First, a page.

The same is true for me as I look ahead to 2017. In 2016, my writing journey shifted from spectacular to worrisome to exciting to exhausting, sometimes from one day to the next, occasionally from hour to hour. The way ahead appears equally daunting and exhilarating. Which leaves me with only one recourse, one resolution, if you will: to trust the one who knows the path I need to take far better than I do, who can see it much more clearly than I can, and who alone can guide me along it every step of the way.

And if, as other resolutions fall to the wayside, I can keep this one, 2017 will be a year of peace, regardless of the peaks and valleys I will inevitably traverse along the way.

Are We Ready?

My latest romantic suspense novel released yesterday. The Morning Star Rises is the third book in The Seven Trilogy, after The End Begins and The Dragon Roars. In a recent interview, I was asked if I thought I had accomplished the purpose I’d had for the series when I set out to write it.

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It was a great question because it made me stop and ask myself what that purpose had actually been, something every author should probably do. Had I wanted to tell a strong, compelling story? Yes. Did I want to be obedient and write the story God had given me to the best of my ability? Always. But what was my unique, specific purpose for this particular trilogy?

Thankfully, I knew the answer. My hope and purpose in writing The Seven Trilogy was to pose the question, “Are We Ready?” to the North American church, the body of Christ, in the twenty-first century.

Times are changing. There is a shift in society that can be felt in the air and seen and heard in the public square in both written and spoken form. Hostility toward Christianity and the Bible is growing. If, as a society, we continue on our current trajectory, the very real possibility of persecution of believers could soon exist, not just in other countries around the world, but right here, in the west.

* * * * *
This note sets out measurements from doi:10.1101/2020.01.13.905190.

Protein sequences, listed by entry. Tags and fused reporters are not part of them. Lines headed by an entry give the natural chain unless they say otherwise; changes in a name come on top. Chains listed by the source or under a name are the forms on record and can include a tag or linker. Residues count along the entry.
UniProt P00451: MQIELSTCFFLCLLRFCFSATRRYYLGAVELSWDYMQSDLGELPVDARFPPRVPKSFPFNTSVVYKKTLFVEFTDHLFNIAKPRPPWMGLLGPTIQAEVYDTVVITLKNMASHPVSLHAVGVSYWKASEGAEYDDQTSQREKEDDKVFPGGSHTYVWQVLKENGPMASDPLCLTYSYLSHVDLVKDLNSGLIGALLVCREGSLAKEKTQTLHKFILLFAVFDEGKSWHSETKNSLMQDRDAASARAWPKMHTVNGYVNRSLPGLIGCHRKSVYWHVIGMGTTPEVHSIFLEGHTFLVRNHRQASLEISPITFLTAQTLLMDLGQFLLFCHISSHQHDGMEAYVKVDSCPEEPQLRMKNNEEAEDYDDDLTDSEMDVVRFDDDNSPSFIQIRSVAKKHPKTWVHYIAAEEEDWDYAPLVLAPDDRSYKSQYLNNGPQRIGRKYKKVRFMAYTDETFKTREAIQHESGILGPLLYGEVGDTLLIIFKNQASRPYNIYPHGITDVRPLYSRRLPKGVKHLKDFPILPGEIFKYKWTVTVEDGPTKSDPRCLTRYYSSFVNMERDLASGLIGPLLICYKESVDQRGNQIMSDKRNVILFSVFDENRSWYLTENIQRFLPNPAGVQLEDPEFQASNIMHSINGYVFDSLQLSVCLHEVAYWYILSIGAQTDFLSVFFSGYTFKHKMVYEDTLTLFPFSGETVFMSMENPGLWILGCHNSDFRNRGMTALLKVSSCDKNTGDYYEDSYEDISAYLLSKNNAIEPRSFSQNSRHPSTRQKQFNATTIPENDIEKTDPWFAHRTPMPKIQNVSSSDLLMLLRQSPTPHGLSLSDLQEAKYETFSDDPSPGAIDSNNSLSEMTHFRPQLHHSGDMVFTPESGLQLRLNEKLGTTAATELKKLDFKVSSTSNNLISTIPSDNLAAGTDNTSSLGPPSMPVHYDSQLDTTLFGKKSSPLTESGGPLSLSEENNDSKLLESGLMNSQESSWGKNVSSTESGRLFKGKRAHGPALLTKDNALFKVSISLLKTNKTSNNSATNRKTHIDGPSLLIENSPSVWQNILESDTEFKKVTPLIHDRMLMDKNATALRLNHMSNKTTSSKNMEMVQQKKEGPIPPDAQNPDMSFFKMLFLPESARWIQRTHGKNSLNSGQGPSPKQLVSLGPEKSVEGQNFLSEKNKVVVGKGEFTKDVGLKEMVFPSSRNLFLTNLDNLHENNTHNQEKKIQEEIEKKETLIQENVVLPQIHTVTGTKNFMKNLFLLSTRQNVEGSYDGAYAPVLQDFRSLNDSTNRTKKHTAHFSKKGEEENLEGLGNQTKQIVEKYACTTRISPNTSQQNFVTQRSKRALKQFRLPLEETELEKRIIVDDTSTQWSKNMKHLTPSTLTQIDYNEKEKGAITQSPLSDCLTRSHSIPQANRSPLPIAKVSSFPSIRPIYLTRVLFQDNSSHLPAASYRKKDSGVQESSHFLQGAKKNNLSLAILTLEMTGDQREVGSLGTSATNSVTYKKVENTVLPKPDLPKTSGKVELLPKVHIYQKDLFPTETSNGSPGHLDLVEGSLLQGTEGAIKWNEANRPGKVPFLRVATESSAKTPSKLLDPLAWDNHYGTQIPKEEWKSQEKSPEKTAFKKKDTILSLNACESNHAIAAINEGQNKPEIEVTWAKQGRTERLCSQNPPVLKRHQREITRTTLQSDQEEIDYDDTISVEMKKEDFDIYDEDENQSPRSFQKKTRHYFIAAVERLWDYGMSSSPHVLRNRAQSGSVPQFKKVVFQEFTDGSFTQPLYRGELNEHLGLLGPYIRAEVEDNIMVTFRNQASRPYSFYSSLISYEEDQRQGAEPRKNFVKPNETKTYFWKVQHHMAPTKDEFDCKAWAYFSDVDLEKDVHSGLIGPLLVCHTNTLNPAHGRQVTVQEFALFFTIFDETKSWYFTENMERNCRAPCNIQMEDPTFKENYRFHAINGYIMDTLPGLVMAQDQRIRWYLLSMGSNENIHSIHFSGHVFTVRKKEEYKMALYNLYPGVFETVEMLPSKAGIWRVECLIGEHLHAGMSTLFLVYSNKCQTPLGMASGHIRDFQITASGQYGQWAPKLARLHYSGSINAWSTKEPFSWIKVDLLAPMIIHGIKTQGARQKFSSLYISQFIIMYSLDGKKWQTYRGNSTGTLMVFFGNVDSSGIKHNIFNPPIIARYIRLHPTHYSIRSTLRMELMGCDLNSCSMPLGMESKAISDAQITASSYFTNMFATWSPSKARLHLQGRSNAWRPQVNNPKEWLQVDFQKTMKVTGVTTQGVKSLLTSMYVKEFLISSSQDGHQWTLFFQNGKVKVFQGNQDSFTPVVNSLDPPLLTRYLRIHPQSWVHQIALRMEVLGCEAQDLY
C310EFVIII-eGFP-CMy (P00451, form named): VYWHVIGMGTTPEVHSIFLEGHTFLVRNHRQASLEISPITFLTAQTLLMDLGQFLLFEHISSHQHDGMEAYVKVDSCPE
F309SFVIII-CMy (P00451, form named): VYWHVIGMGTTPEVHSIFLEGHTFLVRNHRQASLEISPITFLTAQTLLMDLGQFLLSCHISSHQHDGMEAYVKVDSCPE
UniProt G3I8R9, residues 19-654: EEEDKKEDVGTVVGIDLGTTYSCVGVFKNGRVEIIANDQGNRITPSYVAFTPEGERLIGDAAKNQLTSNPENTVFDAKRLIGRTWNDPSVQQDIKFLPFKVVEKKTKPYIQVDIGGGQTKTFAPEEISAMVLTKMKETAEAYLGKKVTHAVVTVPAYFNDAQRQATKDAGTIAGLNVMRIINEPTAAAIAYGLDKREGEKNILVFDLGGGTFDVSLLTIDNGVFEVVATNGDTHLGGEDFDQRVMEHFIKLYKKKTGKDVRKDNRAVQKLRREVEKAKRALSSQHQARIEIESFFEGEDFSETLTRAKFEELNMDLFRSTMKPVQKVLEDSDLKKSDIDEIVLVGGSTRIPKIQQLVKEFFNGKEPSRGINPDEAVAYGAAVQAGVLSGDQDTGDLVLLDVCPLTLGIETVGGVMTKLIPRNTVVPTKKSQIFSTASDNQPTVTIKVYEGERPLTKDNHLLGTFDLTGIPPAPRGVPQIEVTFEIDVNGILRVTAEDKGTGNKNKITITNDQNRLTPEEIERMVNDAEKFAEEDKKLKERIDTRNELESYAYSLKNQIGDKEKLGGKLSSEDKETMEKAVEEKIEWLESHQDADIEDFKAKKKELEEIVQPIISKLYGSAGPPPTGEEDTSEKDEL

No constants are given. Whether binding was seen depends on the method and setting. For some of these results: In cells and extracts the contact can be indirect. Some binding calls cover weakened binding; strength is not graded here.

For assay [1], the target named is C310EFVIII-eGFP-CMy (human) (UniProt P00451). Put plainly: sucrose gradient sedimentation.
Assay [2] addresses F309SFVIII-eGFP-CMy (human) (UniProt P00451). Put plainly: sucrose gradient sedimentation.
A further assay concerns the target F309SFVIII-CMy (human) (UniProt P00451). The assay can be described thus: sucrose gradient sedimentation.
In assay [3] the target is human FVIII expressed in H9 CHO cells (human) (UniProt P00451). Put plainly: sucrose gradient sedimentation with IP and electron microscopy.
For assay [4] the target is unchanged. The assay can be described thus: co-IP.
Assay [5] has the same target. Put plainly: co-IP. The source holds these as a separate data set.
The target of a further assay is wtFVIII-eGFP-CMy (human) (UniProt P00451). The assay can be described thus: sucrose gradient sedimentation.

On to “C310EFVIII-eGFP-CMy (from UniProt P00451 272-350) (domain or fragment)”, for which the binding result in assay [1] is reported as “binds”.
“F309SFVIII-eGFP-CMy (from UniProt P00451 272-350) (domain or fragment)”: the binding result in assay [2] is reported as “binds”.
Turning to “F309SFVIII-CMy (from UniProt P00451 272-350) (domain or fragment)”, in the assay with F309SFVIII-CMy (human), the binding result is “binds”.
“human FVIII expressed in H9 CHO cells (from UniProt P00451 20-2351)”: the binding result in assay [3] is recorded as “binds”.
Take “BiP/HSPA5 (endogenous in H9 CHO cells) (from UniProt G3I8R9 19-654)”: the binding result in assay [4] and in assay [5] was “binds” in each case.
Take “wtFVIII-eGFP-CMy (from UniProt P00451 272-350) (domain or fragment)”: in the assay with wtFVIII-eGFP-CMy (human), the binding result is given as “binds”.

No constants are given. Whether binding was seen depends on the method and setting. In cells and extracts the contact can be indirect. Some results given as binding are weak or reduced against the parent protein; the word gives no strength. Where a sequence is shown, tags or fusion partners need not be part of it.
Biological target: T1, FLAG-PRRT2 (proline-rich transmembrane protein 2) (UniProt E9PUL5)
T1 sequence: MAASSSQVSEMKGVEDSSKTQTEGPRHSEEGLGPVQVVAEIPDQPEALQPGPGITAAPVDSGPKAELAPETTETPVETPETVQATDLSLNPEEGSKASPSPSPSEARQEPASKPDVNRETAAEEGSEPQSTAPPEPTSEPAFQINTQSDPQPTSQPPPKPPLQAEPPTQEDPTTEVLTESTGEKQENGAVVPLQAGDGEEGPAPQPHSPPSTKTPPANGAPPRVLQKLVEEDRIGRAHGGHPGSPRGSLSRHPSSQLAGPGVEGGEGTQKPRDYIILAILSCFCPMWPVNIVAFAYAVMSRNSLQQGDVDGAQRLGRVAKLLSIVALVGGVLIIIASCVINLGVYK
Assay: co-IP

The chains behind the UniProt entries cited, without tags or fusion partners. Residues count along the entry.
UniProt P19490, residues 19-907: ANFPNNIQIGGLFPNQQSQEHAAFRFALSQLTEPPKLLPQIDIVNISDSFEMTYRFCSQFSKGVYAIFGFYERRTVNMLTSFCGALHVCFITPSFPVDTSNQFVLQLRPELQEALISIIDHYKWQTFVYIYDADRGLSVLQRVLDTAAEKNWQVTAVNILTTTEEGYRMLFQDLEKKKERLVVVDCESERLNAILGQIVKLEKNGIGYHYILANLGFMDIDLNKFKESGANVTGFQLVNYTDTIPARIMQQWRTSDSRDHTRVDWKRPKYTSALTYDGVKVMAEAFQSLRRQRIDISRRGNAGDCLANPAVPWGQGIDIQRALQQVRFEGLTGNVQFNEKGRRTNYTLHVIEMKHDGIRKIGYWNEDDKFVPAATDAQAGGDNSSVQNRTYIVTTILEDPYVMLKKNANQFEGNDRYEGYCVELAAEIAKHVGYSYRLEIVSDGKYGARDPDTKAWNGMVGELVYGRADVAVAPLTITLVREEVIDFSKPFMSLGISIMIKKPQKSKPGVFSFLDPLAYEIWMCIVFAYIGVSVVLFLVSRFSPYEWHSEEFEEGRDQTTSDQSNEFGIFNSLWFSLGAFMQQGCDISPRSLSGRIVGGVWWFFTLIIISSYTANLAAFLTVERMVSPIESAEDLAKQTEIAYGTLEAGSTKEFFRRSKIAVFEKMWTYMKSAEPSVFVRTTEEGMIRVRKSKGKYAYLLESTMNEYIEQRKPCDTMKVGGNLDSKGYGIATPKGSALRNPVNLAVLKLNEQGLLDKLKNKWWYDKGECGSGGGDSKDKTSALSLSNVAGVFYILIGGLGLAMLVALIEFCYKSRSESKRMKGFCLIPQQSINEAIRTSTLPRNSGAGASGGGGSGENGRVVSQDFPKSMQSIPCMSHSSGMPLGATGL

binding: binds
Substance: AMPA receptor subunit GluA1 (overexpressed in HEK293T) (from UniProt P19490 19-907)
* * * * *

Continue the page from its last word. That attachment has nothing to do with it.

Are we ready?

In writing The Seven Trilogy, I created a world, forty years in the future, in which such persecution is not a rumour, not a distant, far-off possibility, but reality. With Canada under martial law after a radical group calling itself Christian blows up several mosques across the country, the military is sent in to oppress and keep an eye on believers. Basic rights such as owning a Bible, teaching Christian principles to children, and receiving a fair trial are stripped away. Punishments are meted out swiftly and ruthlessly.

Army Captain Jesse Christenson and believer Meryn O’Reilly find themselves on opposite sides of a ideological chasm that seems impossible to bridge. Can they find a way to be together?

In the midst of the chaos and confusion of this time, when everything they believed in when it was easy to believe is put to the test, the Christians in the story cling to two truths: God is still on his throne, and he has not abandoned them.

A common thread among reviews of the first two novels is that the story made readers stop and think about what they really did believe, how much they were willing to sacrifice for those beliefs, and whether or not they would be able to withstand the threat of severe persecution.